This brings us back to the documents. As seen, in 1994 the Kennedy NSAM was still considered too “hot” to include in the Foreign Relations series. From a declassification standpoint this situation was already unsustainable. Under a 1992 Freedom of Information Act (FOIA) request for Joint Chiefs of Staff chronologies of the war in Laos, the Department of Defense released much of the substance of NSAM-29 (Document 1, p. 42-43) without explicitly identifying the paper. In this version, security officials continued to guard the language concerning the CIA. The presidential directive was first specifically revealed in April 1998 when the copy bearing John Kennedy’s signature was declassified. Again the CIA and Thai involvement mandated by the NSAM was the focus of the deletions made in this release.

This secrecy protection extended to related materials. A March 7, 1961 meeting of a Kennedy administration interagency task force on Laos, whose discussions prefigured the decision made in NSAM-29, naturally generated its own meeting record (Document 2a). As early as 1994 this document was included in the Foreign Relations of the United States volume concerning Laos, with deletion of the text that concerned the CIA/Thai Police Aerial Recovery Unit serving with the Hmong secret army. (Note 3) The document came up for consideration again under a mandatory declassification review request filed with the John F. Kennedy Library. In October 1999 the government opened a new version of the task force meeting record. No material was released other than what had appeared in the Foreign Relations series.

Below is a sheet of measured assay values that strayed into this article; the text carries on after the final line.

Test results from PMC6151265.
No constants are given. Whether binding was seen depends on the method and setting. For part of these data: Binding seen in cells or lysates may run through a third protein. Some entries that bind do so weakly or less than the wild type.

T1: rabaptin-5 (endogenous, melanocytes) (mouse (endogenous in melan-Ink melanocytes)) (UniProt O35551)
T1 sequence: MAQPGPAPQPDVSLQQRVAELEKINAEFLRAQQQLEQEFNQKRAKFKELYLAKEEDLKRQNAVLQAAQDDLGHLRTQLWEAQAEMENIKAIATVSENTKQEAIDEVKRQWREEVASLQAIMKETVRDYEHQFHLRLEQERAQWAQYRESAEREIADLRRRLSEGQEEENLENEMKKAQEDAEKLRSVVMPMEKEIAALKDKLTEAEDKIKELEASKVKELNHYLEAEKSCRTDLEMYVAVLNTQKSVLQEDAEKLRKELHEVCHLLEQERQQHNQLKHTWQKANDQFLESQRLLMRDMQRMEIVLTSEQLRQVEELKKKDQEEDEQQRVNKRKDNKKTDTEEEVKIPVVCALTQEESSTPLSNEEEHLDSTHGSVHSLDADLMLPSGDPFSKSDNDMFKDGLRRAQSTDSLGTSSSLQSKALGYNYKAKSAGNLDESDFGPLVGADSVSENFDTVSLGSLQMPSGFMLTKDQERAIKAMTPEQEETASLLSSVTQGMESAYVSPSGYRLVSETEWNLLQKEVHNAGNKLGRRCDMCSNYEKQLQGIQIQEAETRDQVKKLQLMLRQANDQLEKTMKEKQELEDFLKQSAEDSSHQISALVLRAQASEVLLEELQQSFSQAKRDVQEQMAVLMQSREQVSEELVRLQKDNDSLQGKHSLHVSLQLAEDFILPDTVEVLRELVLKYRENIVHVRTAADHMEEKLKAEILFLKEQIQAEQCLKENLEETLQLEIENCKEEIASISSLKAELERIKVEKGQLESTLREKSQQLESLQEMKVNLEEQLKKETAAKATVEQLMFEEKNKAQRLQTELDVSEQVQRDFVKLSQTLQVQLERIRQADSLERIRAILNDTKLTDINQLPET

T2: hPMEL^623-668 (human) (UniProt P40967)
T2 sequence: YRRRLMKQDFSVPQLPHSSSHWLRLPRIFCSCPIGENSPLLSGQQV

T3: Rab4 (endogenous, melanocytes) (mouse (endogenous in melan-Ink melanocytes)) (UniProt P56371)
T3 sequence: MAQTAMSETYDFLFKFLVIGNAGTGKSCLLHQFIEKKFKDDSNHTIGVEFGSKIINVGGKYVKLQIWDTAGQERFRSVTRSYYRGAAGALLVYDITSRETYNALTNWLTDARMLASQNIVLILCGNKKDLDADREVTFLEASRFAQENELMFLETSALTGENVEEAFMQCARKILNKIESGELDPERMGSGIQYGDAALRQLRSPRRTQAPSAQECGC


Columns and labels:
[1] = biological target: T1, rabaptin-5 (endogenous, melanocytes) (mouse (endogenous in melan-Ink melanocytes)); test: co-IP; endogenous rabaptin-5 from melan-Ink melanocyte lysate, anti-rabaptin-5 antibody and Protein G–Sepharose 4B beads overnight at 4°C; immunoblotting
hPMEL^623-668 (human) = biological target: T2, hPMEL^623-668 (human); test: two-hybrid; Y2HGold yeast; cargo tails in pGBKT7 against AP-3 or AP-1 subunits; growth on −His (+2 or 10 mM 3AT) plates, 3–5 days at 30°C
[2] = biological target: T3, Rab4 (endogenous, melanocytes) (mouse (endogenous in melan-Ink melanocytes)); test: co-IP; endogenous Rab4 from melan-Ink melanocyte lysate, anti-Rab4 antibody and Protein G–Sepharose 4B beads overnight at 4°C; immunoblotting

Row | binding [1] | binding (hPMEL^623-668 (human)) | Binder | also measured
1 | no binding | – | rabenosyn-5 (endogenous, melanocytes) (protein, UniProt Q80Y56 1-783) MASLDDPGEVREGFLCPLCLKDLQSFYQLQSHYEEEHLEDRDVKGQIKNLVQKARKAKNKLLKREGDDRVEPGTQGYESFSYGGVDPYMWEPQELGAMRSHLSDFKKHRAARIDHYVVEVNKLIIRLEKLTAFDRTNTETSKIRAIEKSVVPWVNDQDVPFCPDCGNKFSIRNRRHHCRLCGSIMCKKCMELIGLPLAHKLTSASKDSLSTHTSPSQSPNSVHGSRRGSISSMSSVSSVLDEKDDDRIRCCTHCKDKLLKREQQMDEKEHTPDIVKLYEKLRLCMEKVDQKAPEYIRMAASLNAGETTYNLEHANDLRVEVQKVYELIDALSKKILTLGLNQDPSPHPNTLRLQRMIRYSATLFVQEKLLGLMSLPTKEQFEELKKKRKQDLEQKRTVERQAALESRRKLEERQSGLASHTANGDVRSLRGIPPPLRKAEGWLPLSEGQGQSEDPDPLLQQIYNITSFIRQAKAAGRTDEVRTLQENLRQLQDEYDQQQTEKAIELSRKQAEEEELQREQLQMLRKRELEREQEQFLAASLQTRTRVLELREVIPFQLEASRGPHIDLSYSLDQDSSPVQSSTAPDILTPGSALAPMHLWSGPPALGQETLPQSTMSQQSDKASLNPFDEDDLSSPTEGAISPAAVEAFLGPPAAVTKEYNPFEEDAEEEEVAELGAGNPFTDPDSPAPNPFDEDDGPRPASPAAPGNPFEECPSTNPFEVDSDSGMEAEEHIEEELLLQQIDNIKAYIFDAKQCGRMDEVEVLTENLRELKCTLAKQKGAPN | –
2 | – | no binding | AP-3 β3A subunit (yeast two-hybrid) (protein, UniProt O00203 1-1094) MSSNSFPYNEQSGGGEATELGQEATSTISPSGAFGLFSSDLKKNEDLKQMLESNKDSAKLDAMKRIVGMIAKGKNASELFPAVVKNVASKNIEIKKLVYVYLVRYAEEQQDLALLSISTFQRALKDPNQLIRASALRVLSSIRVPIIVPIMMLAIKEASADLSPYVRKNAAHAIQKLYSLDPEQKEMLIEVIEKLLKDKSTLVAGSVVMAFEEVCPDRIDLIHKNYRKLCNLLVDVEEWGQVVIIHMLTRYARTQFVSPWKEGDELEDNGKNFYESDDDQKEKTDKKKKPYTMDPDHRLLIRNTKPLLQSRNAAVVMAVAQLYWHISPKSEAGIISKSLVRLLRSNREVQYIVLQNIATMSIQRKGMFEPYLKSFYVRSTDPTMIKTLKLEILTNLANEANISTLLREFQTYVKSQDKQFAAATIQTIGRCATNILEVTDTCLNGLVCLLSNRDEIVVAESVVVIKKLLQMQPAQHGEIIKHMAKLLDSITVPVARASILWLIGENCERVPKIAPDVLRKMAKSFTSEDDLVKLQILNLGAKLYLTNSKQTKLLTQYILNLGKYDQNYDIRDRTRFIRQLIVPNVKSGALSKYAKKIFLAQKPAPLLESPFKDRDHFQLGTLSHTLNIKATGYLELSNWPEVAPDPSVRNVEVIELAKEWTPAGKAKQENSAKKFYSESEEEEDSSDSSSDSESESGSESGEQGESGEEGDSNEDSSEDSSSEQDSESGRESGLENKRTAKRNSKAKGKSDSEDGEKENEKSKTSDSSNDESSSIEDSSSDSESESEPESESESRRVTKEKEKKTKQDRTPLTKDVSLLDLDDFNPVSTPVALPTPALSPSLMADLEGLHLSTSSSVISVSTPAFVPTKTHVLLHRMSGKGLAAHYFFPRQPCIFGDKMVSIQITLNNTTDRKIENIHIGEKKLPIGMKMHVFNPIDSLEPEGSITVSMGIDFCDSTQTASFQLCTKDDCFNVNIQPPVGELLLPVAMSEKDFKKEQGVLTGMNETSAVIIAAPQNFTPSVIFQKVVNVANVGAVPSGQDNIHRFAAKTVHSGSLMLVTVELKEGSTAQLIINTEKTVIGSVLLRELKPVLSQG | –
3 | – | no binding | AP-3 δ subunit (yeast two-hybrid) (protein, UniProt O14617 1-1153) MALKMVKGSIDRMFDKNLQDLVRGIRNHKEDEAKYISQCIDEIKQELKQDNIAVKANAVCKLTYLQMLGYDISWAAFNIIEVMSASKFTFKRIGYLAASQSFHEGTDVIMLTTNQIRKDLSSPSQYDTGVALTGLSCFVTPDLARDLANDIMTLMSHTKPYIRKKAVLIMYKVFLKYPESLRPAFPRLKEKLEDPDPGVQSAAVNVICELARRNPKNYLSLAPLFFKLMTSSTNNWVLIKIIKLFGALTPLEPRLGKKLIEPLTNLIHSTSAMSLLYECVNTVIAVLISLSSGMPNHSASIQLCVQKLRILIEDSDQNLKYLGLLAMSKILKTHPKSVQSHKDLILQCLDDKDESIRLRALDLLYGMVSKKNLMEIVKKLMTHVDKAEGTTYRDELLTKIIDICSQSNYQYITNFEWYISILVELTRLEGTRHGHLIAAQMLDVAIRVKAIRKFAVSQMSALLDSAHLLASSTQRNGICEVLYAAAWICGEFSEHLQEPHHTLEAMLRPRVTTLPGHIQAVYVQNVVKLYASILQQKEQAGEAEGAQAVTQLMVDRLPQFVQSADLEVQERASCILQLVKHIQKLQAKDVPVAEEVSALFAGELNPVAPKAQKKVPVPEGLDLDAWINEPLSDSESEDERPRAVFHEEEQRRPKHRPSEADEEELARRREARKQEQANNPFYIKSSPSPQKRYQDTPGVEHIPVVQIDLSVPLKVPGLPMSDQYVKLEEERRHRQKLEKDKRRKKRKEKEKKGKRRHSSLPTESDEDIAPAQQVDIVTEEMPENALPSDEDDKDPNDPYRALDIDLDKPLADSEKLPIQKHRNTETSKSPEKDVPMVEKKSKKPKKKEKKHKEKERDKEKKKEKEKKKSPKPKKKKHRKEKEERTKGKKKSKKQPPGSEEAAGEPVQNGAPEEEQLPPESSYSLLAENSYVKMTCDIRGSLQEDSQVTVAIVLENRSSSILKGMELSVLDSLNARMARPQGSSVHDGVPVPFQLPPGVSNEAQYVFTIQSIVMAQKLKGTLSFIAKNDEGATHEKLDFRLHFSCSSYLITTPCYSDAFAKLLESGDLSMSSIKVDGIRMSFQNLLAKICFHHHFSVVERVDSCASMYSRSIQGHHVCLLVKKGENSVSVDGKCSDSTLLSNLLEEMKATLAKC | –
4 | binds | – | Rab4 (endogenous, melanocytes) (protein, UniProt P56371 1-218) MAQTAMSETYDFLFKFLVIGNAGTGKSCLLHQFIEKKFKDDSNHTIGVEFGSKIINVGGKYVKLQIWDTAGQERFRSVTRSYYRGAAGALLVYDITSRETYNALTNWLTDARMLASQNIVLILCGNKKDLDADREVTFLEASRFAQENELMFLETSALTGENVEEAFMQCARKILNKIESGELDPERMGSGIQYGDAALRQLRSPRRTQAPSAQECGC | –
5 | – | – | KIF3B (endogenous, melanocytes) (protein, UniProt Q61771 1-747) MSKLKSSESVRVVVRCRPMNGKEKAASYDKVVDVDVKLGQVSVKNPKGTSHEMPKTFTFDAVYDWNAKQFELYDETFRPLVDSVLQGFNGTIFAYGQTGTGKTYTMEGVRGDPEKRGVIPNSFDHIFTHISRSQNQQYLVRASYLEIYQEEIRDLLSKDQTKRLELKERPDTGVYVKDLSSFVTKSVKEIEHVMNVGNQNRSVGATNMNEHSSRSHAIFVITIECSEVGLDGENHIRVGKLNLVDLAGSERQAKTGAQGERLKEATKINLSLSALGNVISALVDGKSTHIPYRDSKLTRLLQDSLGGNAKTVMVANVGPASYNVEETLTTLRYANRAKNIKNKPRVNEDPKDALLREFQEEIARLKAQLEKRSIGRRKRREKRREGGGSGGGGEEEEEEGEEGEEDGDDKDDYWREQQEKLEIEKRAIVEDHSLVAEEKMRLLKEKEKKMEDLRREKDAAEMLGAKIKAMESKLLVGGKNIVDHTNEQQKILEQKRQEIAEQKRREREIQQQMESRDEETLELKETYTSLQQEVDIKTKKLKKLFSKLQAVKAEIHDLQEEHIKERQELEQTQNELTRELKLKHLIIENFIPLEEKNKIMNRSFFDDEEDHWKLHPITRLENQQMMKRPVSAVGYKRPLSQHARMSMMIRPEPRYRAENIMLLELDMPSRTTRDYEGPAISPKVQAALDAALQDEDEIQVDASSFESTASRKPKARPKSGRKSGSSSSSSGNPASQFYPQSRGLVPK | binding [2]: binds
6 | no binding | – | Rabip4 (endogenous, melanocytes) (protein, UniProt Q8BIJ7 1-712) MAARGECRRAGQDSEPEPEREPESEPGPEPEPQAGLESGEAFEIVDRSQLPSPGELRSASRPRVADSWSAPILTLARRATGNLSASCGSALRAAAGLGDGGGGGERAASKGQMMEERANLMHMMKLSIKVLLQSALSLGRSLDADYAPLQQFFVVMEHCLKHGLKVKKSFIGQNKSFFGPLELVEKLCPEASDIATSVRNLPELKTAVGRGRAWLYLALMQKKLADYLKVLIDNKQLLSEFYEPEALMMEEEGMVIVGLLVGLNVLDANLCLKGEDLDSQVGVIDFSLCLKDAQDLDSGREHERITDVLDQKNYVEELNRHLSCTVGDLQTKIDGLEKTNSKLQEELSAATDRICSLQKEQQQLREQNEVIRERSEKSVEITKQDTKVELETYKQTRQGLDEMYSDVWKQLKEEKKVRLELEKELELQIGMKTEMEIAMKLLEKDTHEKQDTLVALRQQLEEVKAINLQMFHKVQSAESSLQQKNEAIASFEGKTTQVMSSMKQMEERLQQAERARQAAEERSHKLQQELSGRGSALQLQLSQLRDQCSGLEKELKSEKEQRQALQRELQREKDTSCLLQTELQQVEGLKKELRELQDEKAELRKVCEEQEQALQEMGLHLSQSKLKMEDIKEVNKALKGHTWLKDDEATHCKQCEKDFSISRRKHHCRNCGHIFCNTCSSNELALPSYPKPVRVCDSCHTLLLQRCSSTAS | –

As of 2000 it thus appeared that U.S. authorities had held the line on protecting the national security “secret” of CIA/Thai involvement in Laos—for nearly 40 years. This was not, in fact, true. Independent researcher Mark Perry had used the FOIA in the late 1970s and early 1980s to examine American policy in Laos. Among the documents released to him was the record of the March 7, 1961 Laos task force meeting, complete with its language that dealt with the CIA/Thai special forces unit (Document 2b). Even at the official level, therefore, government secrecy authorities had breached their own precedent of protecting the CIA’s Laos secret, many years earlier. Officials then proceeded to behave as if the disclosure had never happened, repeatedly refusing to include the same information that had previously been opened.

Exactly the same thing happened with the presidential directive NSAM-29. This researcher filed for declassification of a copy of the paper in 2001. Apparently authorities had finally determined that there was no longer much point in continuing to protect the CIA Laos secret. In November 2002 a copy of NSAM-29 was declassified (Document 5a) that contained President Kennedy’s instructions to the CIA on Laos, leaving only a few words still excised. As it happens, Archive fellow Richelson requested the release of a copy of this same document from a different file location at the John F. Kennedy Library in January 2004. His declassification request was arbitrarily denied in its entirety—hence the “last NSAM standing.”       

In the meantime it happens that the Air Force had prepared official histories of the war in Laos, culminating in a detailed volume published in 1993. (Note 4) The Archive had filed for this to be released, and the Air Force did nothing despite repeated reminders. In 2005 the Archive filed suit in federal court for declassification of Air Force material, obtaining a partial summary judgment in April 2006. The Air Force history contained substantial material on both the CIA and Thai roles in Laos, virtually all of which was deleted when the history was released in August 2006. This flew in the face of the U.S. government’s own revelation of the CIA’s Laos secret four years earlier. The Archive appealed the Air Force decision, compelling that department to coordinate with CIA and State Department for the release of more CIA information from the history. In 2008 much of the CIA material was restored in a fresh redaction which we then posted. In addition, under a 1992 FOIA request, in March 2009 the CIA declassified its own official history of the war in Laos, (Note 5) which the Archive also posted.